One of the biggest myths in O/R mapper land is about 'caching'. It's often believed that using a cache inside an O/R mapper makes queries much faster and thus makes the O/R mapper more efficient. With that conclusion in hand, every O/R mapper which doesn't use a cache is therefore less efficient than the ones who do, right?
Well... not exactly. In this article I hope to explain that caching in O/R mappers is not there for making queries more efficient, but is there for uniquing. But more on that later on. I hope that at the end of the article, I have convinced the reader that the myth Caching == more efficiency is indeed a myth. Beware, it's perhaps a bit complicated here and there, I'll try to explain it in as much layman's terms as possible.
To work with data on a semantic basis, it's often useful to specify general definitions of the elements a given portion of logic will work with. For example, an order system works with, among other elements,
Orderelements. To be able to define how this logic works, a definition of the concept
Orderis practical: We will be able to describe the functionality of the system by specifying actions on Order elements and supply with that a definition of that element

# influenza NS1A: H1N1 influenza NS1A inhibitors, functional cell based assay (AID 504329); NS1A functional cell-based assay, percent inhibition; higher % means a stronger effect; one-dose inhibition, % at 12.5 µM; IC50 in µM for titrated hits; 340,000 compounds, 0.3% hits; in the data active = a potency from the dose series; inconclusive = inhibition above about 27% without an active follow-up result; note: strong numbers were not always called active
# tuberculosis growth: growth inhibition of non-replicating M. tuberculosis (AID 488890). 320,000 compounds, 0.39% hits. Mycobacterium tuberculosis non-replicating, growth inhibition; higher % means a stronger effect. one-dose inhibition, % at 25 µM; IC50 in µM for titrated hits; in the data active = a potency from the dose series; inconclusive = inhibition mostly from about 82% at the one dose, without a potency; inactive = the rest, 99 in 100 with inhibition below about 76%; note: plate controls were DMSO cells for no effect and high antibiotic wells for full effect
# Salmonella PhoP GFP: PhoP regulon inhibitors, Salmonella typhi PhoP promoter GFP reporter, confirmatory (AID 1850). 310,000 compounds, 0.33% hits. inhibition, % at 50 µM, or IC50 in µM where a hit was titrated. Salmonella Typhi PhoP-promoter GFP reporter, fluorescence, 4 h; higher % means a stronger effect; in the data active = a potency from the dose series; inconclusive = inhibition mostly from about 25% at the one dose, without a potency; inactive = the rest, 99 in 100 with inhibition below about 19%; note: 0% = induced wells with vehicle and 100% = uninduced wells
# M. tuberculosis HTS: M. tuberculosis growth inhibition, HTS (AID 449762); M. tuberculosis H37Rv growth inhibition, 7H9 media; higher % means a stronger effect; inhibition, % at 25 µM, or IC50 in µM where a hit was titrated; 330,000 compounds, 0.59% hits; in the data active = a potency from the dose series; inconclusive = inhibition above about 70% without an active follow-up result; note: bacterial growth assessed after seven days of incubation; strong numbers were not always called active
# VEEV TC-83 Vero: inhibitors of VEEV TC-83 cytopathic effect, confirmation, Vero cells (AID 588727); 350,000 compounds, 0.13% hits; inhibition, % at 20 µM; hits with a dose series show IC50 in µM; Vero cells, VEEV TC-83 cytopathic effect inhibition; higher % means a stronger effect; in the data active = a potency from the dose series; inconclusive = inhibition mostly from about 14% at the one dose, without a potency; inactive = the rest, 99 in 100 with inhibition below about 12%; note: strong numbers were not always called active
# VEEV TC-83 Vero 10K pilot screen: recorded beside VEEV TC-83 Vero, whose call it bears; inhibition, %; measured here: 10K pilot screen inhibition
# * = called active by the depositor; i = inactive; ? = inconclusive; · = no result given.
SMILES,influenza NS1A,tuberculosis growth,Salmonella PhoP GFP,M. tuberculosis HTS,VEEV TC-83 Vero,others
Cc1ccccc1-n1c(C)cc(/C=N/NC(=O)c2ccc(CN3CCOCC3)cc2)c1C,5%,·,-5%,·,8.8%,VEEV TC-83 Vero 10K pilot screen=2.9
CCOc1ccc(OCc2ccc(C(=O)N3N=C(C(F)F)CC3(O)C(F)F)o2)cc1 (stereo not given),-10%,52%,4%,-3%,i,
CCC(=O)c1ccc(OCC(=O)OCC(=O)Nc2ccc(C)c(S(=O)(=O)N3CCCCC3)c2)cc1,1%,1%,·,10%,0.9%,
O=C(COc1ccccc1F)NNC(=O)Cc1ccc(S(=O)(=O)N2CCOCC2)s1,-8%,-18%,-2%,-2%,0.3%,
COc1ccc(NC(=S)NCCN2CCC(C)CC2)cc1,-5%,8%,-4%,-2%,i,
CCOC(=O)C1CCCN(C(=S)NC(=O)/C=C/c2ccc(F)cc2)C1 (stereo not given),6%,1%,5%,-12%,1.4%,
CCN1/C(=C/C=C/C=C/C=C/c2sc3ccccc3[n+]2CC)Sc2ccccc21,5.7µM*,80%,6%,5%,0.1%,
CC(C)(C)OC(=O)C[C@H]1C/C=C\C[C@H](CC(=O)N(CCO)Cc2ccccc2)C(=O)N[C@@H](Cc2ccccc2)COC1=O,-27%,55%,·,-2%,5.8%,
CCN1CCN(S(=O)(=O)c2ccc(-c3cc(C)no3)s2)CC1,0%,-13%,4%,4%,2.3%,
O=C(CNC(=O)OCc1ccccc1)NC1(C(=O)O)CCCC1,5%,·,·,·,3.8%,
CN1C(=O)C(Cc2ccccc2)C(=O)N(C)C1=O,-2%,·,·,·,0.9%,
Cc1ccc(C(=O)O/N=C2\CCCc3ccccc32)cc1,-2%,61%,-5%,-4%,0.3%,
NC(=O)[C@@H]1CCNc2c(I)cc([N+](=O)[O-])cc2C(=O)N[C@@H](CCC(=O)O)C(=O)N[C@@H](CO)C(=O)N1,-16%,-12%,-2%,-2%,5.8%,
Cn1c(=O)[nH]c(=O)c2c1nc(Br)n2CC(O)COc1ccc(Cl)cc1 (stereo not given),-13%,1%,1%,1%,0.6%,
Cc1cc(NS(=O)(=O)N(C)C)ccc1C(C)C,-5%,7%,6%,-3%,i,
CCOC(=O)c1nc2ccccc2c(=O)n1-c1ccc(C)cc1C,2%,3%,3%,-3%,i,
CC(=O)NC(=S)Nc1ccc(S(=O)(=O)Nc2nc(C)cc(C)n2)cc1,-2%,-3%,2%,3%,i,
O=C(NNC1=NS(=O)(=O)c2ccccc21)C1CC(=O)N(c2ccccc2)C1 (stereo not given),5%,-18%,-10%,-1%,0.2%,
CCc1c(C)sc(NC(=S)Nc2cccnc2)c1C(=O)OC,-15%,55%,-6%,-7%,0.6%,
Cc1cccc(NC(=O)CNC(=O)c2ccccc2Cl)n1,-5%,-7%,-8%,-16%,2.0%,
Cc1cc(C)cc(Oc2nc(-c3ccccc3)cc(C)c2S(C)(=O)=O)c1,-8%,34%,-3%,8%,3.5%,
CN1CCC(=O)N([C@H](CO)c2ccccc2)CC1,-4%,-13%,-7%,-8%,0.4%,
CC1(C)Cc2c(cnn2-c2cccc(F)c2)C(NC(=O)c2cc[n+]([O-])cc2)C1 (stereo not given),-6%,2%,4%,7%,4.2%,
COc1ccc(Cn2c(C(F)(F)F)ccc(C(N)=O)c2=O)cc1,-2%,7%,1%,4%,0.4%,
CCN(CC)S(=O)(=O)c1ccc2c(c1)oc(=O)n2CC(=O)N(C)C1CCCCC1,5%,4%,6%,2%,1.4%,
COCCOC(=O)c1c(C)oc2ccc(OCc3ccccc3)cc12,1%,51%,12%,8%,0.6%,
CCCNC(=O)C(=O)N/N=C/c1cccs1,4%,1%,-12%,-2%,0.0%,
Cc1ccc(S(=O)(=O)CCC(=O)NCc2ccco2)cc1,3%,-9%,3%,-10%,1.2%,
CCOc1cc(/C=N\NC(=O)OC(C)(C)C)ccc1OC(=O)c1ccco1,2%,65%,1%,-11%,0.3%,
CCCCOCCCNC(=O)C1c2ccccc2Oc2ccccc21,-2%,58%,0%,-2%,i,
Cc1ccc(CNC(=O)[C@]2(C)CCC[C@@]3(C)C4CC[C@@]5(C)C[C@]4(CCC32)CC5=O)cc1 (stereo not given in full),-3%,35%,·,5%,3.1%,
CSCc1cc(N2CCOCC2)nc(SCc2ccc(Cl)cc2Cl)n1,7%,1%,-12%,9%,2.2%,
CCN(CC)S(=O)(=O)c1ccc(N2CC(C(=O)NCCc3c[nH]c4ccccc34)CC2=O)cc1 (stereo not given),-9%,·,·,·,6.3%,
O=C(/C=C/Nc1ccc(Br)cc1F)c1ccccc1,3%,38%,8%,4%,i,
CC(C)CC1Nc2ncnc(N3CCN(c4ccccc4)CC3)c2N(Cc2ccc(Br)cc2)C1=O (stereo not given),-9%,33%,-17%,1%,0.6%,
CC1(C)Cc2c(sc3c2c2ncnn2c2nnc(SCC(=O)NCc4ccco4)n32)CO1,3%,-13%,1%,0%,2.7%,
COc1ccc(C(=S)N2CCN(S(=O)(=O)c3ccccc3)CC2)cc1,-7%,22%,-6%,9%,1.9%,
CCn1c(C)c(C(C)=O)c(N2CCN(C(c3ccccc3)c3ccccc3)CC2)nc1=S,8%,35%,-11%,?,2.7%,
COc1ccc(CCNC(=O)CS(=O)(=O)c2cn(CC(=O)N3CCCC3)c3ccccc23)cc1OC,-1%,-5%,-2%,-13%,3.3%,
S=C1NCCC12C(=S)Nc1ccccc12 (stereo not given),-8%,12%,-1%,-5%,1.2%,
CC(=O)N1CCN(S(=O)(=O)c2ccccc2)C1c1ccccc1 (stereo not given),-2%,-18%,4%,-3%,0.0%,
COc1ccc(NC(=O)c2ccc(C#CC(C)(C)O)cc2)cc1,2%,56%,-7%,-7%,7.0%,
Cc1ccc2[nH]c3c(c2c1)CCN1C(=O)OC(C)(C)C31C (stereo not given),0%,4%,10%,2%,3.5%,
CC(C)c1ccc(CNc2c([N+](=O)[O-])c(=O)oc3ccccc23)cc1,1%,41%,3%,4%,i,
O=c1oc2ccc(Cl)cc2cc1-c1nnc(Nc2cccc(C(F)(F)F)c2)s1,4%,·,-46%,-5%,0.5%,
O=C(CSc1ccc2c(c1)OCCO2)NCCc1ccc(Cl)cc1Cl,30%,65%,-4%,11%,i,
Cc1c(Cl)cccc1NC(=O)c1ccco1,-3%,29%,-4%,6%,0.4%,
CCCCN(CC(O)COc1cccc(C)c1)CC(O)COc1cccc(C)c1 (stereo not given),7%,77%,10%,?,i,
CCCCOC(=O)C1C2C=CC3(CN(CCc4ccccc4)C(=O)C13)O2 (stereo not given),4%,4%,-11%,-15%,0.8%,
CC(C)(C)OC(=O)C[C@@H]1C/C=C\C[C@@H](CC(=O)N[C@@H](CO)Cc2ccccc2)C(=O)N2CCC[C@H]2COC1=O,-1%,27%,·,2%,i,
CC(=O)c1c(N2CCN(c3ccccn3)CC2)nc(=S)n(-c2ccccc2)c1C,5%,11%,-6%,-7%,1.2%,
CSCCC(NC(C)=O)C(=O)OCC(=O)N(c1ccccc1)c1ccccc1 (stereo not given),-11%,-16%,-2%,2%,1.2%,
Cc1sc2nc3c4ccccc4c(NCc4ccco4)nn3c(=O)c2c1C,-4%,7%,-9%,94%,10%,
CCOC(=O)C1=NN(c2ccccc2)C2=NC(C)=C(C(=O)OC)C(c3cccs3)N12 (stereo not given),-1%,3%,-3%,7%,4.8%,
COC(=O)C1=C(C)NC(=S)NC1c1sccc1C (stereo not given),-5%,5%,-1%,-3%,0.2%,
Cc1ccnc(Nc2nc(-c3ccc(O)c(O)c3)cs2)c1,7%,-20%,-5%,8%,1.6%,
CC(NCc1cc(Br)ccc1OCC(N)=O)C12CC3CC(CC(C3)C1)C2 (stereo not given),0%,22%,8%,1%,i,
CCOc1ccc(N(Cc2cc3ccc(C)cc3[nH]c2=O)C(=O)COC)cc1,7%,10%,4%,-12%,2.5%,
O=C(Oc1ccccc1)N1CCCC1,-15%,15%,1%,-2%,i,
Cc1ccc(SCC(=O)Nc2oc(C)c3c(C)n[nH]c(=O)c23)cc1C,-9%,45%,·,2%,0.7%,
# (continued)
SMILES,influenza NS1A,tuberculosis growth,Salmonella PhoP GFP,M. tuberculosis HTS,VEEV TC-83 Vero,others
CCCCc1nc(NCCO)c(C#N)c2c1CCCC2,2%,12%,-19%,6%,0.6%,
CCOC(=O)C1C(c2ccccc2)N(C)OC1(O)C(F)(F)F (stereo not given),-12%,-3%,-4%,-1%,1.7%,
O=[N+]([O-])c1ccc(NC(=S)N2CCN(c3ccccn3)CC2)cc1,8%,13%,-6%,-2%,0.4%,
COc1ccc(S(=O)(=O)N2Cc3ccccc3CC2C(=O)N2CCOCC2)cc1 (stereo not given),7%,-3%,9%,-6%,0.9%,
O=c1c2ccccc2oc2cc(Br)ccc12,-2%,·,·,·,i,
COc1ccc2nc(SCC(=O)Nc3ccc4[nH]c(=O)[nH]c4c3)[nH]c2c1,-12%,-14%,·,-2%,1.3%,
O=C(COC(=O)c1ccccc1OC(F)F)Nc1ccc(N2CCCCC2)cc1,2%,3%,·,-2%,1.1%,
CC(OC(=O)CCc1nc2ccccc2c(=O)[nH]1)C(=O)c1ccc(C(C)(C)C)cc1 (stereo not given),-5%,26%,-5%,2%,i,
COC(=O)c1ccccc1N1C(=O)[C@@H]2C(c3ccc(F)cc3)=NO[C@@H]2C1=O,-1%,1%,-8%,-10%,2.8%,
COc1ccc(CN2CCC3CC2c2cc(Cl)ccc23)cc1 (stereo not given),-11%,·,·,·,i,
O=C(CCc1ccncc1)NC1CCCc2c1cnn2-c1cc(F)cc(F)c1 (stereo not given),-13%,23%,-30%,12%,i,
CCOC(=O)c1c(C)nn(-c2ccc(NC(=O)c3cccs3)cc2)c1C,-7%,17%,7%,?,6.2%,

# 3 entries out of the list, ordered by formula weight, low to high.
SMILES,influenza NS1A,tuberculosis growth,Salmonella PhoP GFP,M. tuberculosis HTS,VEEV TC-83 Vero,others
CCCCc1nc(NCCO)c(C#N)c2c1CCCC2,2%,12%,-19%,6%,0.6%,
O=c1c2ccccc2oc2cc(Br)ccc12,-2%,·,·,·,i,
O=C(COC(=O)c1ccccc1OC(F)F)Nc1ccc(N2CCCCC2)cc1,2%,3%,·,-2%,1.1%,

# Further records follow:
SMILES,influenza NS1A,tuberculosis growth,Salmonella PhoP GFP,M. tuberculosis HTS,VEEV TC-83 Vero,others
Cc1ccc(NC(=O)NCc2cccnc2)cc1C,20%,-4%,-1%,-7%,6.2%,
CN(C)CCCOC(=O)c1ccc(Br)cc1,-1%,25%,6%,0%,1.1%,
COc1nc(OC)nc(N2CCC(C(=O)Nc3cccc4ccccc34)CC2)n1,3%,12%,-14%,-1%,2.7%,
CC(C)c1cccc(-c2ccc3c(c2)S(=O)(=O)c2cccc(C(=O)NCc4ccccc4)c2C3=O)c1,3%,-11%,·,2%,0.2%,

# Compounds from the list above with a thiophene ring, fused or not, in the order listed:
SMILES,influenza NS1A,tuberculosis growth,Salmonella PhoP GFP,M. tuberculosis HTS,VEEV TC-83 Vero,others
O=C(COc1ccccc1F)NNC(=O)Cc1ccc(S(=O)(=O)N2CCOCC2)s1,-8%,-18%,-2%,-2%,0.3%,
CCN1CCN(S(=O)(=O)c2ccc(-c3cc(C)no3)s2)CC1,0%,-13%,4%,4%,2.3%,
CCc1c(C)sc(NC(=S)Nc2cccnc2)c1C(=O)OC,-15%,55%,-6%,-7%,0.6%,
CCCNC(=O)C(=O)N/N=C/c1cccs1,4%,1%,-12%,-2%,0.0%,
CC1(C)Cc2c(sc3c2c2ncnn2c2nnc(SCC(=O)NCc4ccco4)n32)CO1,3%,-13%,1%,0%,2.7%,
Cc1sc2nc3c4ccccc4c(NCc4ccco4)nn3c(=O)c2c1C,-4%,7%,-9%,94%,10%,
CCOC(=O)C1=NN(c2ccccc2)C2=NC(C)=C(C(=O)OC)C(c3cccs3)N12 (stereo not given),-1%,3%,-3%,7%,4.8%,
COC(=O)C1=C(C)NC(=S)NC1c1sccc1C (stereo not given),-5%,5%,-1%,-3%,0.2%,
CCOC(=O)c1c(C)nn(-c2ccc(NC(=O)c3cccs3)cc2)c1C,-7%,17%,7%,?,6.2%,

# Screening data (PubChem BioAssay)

Well, better late than never . I'm glad it's finally here. Haven't tried it yet, but will do later today .
Say, you have a .NET 2.0 Windows Forms application with one form and on the form one menu strip at the top, you know, very simple. On that menu strip, you have the menu 'Foo' and on that menu you have a menu item 'Bar', which are in .NET 2.0 of type ToolStripMenuItem. You assign a keyboard shortcut to the Bar menu item, say Cntrl+B.
You disable the menu 'Foo', by setting its Enabled property to false. Now it's impossible for the user to click / select the Bar menu item, right?
I switched off anonymous comments, after a truckload of comment spam in the last couple of days. Luckily the CS system contains a moderation system so they don't end up on the blog as comments but it's still annoying as the moderation system mails me the comments.